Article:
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Flanked by patches of green and guided by park lights, pedestrians stroll past a distinctive sculpture over a bed of grey Series pavers.
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A visitor strolls past a garden bed while a pedestrian sits on a bench, with the backdrop of a bronze sculpture atop grey Series pavers.
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Grange Park
Project type
Parks
Location
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Toronto, ON
Application
Pedestrian

Located right behind the Art Gallery of Ontario and west of OCAD University, Grange Park fronts onto Beverly Street. The picturesque green space in downtown Toronto has had a long history in the city, as it was once part of the Grange estate built by the Boulton family in 1817. In 1910, the estate and two-hectares of land was bequeathed to the Art Gallery of Ontario to build an art museum and in 1911 the gallery entered an agreement with the city to keep the land south of Grange house as a public park.

The Grange Park was revitalized with the aim to create a new exemplary green space within the city core. The park was refreshed with a large state-of the-art children’s’ playground displaying structures resembling art studio tools and supplies. Other amenities include an off-leash dog area, new greenery featuring a variety of local tree species, outdoor seating and an interactive water feature. Grange Park is also now the home of the famous bronze sculpture by Henry Moore, Large Two Forms, and the centrepiece to the park walkways.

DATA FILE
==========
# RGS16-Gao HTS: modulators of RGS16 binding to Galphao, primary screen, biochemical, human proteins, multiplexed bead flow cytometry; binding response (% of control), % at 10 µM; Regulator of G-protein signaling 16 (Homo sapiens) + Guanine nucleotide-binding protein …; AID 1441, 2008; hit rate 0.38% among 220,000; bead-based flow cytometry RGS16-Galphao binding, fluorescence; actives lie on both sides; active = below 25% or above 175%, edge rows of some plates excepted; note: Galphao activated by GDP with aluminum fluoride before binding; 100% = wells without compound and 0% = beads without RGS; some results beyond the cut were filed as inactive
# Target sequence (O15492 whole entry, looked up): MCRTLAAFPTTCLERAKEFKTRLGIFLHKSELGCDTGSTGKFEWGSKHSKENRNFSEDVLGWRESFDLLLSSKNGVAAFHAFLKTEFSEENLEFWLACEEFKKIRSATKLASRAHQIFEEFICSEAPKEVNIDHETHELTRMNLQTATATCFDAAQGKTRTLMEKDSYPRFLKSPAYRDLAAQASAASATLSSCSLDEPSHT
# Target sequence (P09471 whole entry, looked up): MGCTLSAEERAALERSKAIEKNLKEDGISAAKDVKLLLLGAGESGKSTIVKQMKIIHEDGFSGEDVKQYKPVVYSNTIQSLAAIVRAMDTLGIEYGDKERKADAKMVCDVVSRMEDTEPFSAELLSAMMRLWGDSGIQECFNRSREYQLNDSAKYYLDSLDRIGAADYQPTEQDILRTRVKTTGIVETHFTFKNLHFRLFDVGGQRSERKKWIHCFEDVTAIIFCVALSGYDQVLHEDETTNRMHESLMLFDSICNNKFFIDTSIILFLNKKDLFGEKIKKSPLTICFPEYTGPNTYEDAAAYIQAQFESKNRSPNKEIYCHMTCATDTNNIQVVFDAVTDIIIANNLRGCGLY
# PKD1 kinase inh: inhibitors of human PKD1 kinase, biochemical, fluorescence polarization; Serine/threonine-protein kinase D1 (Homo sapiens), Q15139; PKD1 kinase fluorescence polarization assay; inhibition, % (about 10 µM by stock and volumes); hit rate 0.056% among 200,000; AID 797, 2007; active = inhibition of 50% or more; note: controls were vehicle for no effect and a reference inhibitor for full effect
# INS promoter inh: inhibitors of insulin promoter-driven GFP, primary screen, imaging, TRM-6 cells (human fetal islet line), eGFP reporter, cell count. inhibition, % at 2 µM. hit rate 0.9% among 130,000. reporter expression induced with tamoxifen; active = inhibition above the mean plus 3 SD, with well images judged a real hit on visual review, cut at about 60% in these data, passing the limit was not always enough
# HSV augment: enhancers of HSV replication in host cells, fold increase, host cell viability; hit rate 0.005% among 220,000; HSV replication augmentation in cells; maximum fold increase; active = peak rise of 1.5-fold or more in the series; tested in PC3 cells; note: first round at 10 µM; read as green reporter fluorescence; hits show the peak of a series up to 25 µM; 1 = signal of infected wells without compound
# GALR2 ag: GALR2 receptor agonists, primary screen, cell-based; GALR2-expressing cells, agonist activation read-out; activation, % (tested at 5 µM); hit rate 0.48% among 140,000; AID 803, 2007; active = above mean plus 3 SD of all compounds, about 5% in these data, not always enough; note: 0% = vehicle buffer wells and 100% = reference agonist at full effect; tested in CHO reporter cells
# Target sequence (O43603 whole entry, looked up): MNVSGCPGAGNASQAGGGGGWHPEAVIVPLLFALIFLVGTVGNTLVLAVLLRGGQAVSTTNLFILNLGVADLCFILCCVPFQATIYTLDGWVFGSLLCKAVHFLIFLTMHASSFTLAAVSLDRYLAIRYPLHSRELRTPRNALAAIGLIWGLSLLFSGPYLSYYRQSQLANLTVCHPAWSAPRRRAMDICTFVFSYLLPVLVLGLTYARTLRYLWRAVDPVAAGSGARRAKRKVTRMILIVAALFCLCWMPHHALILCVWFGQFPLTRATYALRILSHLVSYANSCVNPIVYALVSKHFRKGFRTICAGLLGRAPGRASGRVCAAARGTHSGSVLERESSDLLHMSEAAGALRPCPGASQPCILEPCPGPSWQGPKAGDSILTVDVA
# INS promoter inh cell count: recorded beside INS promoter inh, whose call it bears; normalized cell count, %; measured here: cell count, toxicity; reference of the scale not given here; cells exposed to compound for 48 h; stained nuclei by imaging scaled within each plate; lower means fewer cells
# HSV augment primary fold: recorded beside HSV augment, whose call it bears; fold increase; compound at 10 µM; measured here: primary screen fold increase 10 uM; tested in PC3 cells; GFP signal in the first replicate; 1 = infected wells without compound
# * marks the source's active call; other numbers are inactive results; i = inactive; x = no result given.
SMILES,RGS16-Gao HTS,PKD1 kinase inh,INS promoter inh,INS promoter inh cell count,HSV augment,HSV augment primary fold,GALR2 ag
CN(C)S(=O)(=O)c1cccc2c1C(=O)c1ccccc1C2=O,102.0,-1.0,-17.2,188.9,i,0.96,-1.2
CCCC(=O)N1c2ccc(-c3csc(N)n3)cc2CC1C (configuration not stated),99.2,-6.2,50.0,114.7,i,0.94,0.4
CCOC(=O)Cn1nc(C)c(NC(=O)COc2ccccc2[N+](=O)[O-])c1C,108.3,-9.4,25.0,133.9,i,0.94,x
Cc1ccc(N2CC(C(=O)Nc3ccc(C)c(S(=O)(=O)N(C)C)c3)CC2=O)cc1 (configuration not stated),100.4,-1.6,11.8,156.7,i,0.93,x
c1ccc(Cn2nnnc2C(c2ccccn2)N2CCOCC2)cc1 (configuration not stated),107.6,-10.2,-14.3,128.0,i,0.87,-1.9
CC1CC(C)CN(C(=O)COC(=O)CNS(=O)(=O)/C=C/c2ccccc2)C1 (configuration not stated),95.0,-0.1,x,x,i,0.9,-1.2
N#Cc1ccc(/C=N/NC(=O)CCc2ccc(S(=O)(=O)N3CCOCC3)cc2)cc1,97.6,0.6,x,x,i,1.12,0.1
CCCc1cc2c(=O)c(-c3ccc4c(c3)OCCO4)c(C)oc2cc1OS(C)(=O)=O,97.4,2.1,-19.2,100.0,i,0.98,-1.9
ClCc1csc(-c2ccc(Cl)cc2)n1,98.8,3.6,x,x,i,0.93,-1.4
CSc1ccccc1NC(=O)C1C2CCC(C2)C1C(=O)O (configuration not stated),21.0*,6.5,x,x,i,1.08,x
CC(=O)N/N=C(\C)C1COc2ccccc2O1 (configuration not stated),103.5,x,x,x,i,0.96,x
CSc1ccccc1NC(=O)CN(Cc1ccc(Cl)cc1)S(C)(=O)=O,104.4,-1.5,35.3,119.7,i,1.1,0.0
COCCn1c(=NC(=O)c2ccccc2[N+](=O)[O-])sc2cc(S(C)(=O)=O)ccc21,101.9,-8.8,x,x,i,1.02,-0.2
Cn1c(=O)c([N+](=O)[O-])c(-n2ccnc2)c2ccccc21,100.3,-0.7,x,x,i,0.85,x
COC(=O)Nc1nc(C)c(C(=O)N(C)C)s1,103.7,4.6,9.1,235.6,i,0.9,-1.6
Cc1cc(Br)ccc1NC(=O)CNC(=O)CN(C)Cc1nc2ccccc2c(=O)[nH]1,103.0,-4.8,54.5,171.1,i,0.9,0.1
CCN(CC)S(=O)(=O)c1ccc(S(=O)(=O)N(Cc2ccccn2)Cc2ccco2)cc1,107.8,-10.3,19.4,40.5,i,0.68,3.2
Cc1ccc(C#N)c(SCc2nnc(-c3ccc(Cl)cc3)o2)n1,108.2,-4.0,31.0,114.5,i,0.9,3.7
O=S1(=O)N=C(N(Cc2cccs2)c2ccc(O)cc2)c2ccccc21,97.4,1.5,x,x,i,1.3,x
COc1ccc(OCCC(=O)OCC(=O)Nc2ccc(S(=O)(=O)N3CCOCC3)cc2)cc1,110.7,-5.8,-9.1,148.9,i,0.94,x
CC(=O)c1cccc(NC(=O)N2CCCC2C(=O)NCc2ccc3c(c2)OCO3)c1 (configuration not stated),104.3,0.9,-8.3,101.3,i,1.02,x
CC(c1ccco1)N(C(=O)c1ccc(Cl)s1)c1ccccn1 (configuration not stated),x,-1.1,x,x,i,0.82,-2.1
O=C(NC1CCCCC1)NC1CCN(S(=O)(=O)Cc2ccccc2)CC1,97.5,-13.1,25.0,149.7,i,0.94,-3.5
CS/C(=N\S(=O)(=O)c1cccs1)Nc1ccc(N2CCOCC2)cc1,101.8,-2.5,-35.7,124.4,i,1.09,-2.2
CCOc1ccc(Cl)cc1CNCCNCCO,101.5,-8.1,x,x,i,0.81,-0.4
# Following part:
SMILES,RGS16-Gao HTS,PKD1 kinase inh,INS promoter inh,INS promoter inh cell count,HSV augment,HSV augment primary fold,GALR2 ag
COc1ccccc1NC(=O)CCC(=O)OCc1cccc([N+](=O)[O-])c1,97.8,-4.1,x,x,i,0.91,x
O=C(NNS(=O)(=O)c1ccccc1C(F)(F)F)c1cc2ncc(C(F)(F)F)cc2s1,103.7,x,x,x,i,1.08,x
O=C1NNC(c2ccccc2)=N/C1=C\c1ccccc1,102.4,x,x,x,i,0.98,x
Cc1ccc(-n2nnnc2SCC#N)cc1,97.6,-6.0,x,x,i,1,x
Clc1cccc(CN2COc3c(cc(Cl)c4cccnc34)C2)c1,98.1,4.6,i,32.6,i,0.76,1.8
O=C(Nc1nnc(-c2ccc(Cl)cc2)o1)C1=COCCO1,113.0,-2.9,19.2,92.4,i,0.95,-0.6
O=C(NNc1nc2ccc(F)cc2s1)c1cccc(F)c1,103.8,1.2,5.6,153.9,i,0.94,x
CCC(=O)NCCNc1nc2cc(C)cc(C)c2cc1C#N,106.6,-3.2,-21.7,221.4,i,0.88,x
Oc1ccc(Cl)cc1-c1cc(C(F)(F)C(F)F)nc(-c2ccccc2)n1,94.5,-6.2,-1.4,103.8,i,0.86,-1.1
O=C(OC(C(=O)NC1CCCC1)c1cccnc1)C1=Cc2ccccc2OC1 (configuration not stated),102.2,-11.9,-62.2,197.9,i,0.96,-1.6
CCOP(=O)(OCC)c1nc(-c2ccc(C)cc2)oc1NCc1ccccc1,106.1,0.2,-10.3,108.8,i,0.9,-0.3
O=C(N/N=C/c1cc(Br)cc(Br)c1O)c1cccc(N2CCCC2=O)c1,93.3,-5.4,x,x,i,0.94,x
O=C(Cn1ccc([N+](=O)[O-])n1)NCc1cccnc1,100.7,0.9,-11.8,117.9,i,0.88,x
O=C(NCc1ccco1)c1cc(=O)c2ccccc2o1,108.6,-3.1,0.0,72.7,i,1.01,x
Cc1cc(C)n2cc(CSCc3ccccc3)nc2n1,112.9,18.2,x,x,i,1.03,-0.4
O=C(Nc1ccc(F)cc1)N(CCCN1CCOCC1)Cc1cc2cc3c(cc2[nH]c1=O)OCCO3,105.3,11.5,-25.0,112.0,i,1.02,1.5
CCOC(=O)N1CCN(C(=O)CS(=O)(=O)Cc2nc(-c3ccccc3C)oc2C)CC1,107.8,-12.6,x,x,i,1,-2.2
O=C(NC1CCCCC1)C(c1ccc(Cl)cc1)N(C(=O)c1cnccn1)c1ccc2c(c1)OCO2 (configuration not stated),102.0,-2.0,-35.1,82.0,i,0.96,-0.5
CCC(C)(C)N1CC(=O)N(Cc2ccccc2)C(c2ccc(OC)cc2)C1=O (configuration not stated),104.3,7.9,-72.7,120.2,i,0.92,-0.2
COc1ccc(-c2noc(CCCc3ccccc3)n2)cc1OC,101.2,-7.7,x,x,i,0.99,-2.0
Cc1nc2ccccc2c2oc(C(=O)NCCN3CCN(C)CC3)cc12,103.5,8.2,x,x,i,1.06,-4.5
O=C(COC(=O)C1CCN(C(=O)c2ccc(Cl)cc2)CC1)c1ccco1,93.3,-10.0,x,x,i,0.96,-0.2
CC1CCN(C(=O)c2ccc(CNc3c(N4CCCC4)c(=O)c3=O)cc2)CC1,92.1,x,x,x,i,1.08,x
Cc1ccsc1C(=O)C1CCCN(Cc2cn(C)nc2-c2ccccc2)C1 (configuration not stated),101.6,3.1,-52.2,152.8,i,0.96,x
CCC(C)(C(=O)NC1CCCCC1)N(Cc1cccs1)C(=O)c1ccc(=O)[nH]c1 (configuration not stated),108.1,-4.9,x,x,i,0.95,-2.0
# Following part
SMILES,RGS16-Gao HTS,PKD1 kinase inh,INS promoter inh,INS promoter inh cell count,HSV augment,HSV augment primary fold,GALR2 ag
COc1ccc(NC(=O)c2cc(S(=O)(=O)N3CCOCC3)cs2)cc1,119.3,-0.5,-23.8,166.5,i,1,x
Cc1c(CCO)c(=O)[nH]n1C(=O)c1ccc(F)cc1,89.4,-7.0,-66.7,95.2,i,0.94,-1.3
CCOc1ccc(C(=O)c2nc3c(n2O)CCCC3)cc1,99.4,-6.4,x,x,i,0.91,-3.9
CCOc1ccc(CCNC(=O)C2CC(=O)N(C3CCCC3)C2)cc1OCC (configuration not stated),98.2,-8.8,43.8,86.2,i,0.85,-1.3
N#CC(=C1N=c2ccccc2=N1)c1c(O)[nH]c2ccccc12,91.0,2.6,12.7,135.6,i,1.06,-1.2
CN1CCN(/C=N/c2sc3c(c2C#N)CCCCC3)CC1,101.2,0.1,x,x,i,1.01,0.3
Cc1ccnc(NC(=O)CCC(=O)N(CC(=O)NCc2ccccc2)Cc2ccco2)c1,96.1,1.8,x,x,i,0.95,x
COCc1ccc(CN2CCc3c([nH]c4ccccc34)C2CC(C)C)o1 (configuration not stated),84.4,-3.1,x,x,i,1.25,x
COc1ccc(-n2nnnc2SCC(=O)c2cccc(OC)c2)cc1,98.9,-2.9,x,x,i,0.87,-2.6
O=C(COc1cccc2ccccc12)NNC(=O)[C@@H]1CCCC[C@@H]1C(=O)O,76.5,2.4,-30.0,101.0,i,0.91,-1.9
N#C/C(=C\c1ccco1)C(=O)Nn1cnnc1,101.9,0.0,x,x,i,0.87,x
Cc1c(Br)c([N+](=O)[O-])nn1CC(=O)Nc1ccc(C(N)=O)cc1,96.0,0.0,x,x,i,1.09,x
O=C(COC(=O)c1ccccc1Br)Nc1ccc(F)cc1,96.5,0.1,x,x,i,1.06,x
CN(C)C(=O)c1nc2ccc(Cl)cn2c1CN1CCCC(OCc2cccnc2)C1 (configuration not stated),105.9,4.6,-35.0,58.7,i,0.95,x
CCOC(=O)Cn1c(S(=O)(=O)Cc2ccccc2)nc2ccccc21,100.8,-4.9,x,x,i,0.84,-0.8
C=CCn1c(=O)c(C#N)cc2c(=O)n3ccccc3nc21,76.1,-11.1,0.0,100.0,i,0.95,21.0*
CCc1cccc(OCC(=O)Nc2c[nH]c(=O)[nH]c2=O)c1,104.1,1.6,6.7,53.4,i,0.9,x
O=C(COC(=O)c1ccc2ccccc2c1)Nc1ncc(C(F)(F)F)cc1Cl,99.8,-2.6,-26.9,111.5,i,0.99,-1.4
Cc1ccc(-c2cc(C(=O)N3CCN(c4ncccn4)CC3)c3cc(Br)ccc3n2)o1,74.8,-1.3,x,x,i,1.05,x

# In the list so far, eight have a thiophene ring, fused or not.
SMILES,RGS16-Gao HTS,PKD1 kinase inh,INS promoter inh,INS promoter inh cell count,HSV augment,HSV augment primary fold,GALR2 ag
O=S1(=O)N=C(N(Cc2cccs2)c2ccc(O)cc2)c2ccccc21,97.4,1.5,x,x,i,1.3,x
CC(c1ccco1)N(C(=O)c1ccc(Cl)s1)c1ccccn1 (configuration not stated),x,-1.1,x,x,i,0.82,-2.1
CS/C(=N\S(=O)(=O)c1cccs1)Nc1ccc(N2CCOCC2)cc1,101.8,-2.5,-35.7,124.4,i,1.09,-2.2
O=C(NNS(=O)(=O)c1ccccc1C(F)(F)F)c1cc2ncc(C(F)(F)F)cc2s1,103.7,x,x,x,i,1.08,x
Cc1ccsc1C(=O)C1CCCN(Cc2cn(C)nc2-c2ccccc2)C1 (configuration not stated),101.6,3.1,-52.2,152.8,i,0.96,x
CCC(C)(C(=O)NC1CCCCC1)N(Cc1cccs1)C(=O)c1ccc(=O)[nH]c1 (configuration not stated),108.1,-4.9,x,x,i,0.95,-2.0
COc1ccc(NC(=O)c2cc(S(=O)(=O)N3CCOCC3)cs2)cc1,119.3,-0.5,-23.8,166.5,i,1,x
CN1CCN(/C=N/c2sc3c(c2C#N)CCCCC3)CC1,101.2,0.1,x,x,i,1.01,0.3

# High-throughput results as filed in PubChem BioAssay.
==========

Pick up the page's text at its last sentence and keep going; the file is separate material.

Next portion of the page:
Designed by Vancouver based landscape architecture firm, PFS Studio, the prestigious park wove together all of its feature elements with a series of new walking pathways. Unilock pavers with SeriesTM finish in Ice Grey and special order size at 150x300x100mm (6×12 inch, 10cm) were used for their high-performance granite and quartz surface materials, acting as heavy duty to ensure taking the load of service vehicles and withstanding high pedestrian traffic. Fourteen inscribed paving stones are laid in the south path with quotations that relate to nature or the diversity of community.

The park re-opened in summer 2017 immediately drawing crowds of people gathered to see the rejuvenated green space. A welcoming and accessible place for all, it is now a city staple and beloved spot for OCADU students, dog owners, visitors and local families to relax and engage in fun outdoor activities. Toronto’s Grange Park sets the bar high for the new generation of public urban spaces. It is “a new model for how parks should be built and operated”, said Councillor Jow Cressy.

Flanked by patches of green and guided by park lights, pedestrians stroll past a distinctive sculpture over a bed of grey Series pavers.
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SERIES™
Ice Grey
Grey Series pavers form a running bond pattern as visitors walk the park. A shaded area with park benches resides on a divergent path.
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